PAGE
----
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No it does not. A lender goes to great lengths to minimize the risk of lending money for the purchase of real estate. First, credit is checked as an indication of the borrower's ability to repay the loan. Then, the lender seeks assurance that the quality of the title to the property to be acquired and which will be pledged as security for the loan is satisfactory. The lender does this by obtaining a loan policy of title insurance. This policy covers only the lender. It is up to you to protect your interests with a title insurance policy of your own.
As an example, assume real estate was purchased for $100,000. A down payment of $20,000 is made, and a lender holds an $80,000 mortgage lien, or beneficial interest. The lender acquires title insurance protecting the lender's interest up to $80,000. But the purchaser's down payment of $20,000 is not covered. What if some matter arises affecting the past ownership of the property? The title insurance company would defend and protect the interest of the lender. The purchaser, however, would have to assume the financial burden of his or her own legal defense. If the defense is not successful, the result could be a total loss of title.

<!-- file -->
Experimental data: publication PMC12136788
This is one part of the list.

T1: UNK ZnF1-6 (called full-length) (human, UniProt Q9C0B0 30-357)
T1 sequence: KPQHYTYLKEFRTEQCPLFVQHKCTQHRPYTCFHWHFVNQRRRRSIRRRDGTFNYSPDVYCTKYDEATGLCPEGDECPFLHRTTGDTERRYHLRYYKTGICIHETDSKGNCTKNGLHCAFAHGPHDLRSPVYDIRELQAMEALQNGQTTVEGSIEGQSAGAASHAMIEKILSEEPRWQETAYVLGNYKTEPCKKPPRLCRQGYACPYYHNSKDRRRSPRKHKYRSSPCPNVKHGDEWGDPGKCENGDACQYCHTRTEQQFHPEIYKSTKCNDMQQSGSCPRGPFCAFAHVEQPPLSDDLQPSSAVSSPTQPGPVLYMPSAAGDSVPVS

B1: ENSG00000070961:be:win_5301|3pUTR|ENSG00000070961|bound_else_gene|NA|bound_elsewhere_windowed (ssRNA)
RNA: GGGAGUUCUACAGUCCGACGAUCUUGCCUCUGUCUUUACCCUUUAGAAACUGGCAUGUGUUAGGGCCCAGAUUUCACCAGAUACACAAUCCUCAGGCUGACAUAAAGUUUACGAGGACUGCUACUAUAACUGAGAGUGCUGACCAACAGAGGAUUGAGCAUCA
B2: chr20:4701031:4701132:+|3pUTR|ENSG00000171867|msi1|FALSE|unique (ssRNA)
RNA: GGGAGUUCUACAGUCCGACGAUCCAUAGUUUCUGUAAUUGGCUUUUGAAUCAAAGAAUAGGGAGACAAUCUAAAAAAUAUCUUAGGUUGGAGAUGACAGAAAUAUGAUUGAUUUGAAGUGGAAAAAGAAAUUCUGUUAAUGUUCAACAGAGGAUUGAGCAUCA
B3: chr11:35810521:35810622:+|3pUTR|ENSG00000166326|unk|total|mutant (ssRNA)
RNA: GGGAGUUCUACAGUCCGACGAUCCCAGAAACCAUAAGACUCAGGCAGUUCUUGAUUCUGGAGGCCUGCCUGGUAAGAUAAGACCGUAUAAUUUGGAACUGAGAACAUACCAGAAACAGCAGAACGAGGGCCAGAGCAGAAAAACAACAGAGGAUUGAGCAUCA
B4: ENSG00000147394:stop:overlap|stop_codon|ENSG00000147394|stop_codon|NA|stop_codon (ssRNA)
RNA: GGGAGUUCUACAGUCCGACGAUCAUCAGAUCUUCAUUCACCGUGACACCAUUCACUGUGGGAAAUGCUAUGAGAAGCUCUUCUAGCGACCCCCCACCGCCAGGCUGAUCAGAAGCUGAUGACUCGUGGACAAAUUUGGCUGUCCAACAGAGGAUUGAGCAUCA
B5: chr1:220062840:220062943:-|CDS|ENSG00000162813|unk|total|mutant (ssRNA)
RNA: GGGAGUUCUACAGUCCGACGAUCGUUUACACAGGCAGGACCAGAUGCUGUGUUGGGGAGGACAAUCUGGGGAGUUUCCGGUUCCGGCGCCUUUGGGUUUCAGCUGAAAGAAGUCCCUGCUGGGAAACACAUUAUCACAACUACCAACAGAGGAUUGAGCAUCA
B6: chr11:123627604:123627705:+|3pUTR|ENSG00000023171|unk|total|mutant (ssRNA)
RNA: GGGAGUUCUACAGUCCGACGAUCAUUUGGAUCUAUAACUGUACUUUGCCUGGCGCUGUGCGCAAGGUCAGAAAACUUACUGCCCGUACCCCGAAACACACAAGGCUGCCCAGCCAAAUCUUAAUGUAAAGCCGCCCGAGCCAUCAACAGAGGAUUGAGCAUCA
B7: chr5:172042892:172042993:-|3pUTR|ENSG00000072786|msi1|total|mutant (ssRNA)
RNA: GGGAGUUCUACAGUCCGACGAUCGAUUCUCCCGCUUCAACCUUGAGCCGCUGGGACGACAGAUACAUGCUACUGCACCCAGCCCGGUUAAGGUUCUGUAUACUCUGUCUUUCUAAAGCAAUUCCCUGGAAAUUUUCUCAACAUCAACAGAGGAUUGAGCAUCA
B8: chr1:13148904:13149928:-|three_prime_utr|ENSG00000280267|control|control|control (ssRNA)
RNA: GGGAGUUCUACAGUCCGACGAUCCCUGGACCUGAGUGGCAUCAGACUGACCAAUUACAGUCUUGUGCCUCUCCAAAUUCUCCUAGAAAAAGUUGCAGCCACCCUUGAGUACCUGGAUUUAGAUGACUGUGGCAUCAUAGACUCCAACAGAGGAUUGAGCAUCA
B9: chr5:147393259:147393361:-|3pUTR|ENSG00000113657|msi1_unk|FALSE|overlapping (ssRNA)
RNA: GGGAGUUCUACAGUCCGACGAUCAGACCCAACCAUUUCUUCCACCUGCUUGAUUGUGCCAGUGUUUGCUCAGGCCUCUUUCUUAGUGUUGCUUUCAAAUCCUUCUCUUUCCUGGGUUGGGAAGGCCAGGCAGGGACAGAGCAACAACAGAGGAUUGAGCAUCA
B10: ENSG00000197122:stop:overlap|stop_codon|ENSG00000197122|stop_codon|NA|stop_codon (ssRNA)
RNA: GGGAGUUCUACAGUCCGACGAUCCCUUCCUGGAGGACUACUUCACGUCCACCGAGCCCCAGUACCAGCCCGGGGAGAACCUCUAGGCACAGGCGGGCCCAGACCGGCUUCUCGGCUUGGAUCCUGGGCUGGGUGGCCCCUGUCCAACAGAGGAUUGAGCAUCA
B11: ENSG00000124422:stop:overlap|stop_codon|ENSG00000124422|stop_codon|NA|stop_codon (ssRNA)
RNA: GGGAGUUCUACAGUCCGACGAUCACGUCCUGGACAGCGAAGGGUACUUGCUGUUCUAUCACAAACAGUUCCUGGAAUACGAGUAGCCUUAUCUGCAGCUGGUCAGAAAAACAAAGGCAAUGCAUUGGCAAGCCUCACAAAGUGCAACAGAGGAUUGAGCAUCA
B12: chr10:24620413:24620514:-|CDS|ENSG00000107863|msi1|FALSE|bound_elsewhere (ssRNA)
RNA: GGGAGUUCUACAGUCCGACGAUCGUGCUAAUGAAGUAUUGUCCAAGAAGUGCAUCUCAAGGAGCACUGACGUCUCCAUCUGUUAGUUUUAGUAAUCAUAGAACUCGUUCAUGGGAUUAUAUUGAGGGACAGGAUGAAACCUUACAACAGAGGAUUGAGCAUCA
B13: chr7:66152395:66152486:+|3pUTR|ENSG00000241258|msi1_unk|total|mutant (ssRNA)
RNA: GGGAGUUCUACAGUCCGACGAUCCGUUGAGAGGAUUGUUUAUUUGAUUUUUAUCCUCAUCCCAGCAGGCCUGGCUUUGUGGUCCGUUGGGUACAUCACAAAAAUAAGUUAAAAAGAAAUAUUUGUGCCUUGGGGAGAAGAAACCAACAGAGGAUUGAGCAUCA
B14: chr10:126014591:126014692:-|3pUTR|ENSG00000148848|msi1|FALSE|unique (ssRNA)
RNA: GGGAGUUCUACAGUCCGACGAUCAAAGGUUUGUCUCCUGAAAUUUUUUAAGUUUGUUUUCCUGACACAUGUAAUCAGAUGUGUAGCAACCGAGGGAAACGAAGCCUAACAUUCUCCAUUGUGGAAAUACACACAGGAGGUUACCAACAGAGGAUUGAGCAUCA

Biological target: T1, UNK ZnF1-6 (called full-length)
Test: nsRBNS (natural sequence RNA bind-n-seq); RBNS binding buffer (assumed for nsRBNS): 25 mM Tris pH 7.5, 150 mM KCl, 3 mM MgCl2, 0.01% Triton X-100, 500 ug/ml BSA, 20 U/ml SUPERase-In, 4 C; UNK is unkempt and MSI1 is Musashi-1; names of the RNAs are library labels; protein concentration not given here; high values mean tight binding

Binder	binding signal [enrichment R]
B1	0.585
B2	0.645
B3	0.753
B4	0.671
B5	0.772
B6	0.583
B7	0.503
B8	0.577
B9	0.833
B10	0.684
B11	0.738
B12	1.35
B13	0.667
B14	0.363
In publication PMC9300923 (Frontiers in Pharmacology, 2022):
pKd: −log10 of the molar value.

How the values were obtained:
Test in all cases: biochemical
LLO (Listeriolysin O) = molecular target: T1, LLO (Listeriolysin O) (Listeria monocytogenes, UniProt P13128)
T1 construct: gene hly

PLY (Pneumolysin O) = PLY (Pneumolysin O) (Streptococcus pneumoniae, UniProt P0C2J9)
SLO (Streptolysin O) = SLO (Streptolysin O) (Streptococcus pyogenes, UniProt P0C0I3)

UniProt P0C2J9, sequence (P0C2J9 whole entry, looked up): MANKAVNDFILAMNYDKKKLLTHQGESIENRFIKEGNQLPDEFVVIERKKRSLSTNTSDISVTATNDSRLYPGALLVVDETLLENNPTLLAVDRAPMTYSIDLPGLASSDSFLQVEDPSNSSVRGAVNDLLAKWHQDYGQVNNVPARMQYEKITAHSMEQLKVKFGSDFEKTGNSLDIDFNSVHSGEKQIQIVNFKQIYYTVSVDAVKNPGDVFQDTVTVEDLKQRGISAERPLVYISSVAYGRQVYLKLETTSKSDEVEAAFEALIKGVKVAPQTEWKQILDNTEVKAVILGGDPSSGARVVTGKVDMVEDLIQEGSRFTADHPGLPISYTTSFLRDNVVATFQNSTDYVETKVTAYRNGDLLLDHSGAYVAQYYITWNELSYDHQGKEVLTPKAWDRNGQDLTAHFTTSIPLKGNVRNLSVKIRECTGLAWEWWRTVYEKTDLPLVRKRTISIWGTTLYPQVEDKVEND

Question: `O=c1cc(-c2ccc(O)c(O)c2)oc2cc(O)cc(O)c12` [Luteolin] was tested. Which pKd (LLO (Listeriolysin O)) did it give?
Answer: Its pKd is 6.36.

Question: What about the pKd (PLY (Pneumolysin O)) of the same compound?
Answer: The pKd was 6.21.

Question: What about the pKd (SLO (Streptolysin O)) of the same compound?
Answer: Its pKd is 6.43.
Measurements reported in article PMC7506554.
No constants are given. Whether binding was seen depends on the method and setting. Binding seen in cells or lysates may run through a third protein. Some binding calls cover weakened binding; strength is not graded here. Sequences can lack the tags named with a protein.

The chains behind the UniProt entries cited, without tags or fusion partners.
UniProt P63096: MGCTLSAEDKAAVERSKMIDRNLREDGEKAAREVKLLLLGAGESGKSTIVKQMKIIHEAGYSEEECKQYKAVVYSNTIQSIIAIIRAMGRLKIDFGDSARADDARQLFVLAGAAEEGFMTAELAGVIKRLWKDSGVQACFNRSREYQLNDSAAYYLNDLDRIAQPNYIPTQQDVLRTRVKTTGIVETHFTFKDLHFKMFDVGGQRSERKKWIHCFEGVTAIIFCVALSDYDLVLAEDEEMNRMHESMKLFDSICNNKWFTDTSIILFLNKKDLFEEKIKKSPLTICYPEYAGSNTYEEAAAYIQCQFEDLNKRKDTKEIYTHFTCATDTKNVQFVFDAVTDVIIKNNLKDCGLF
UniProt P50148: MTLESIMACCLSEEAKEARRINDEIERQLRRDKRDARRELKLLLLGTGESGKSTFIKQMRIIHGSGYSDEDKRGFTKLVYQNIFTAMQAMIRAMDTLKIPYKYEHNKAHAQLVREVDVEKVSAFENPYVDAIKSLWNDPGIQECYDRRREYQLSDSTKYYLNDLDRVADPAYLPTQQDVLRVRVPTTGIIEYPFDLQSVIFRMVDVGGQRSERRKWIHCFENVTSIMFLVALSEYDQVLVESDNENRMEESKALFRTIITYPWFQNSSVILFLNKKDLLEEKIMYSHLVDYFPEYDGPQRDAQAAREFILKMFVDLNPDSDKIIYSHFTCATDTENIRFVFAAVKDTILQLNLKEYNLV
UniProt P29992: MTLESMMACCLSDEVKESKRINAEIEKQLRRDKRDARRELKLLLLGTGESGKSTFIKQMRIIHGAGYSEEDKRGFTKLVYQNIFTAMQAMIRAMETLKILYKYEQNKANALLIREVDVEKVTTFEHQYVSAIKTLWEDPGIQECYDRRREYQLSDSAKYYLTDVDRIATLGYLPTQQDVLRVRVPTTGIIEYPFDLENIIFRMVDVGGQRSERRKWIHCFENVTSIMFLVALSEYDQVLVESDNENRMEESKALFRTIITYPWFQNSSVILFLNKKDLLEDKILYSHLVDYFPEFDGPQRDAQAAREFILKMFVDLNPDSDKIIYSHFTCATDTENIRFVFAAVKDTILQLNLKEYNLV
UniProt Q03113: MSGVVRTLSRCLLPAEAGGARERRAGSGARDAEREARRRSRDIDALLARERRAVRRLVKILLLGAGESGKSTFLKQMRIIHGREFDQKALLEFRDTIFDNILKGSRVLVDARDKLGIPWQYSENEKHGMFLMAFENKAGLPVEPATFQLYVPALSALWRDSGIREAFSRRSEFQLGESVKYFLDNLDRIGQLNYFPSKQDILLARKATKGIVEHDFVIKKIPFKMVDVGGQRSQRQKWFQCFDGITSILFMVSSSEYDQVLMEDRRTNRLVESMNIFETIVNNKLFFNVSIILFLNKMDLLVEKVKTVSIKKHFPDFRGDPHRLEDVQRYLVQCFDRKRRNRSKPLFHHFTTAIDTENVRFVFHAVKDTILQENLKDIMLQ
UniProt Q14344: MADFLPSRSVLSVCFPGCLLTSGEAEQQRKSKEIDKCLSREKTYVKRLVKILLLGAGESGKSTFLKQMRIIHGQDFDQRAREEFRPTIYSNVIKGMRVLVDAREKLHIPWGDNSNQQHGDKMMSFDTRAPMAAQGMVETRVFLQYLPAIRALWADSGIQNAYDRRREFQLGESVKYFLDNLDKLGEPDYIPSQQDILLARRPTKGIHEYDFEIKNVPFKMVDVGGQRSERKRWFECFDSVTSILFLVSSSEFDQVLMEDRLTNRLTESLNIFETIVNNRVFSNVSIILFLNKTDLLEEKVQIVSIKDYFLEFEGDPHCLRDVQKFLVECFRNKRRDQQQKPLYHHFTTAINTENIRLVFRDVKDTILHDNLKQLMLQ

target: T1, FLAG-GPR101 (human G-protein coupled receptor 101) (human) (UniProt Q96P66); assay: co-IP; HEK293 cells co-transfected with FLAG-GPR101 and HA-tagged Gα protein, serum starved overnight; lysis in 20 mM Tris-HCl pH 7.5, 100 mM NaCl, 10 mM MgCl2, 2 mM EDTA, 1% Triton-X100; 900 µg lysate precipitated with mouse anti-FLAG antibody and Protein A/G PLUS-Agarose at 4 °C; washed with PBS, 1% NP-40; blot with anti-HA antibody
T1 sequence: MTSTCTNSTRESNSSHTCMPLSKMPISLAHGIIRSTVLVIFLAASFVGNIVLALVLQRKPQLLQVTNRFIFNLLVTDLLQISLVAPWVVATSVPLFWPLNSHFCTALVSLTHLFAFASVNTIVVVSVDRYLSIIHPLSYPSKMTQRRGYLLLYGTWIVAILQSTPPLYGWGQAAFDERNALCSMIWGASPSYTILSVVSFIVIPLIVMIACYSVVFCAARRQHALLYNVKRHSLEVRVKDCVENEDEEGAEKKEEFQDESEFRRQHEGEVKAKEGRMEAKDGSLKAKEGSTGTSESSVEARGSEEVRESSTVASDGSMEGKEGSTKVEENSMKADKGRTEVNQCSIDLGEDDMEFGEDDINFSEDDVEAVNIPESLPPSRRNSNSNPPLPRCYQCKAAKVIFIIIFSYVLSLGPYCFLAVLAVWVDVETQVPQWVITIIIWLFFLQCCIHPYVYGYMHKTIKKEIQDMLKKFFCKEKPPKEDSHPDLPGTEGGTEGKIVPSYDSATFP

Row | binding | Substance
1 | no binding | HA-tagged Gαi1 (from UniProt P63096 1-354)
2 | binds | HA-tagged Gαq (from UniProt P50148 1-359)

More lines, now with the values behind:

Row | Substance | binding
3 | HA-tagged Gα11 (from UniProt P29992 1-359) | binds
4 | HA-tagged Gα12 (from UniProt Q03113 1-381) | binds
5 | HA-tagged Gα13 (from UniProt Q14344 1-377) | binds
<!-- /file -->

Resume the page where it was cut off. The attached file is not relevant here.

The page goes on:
Title insurance will pay for defending against any lawsuit attacking the title as insured, and will either clear up title problems or pay the insured's losses up to the policy limits. For a one-time premium, an owner's title insurance policy remains in effect as long as the insured, or the insured's heirs, retain an interest in the property, or have any obligations under a warranty in any conveyance of it. Owner's title insurance, issued simultaneously with a loan policy, is the best title insurance value a property owner can get.
Title insurance is issued after a careful examination of copies of the public records. But even the most thorough search cannot absolutely assure that no title hazards are present, despite the knowledge and experience of professional title examiners. In addition to matters shown by public records, other title problems may exist that cannot be disclosed in a search.Here are some of the more common ways a person can lose title to his or her home:
Mistakes in recording legal documents.
False impersonation of the true owner of the property.
Forged deeds, release, or wills.
Undisclosed or missing heirs.
Instruments executed under invalid or expired power of attorney.
Deeds by persons of unsound mind.
Deeds by minors.
Deeds by persons supposedly single, but in fact married.
Liens for unpaid estate, inheritance, income or gift taxes.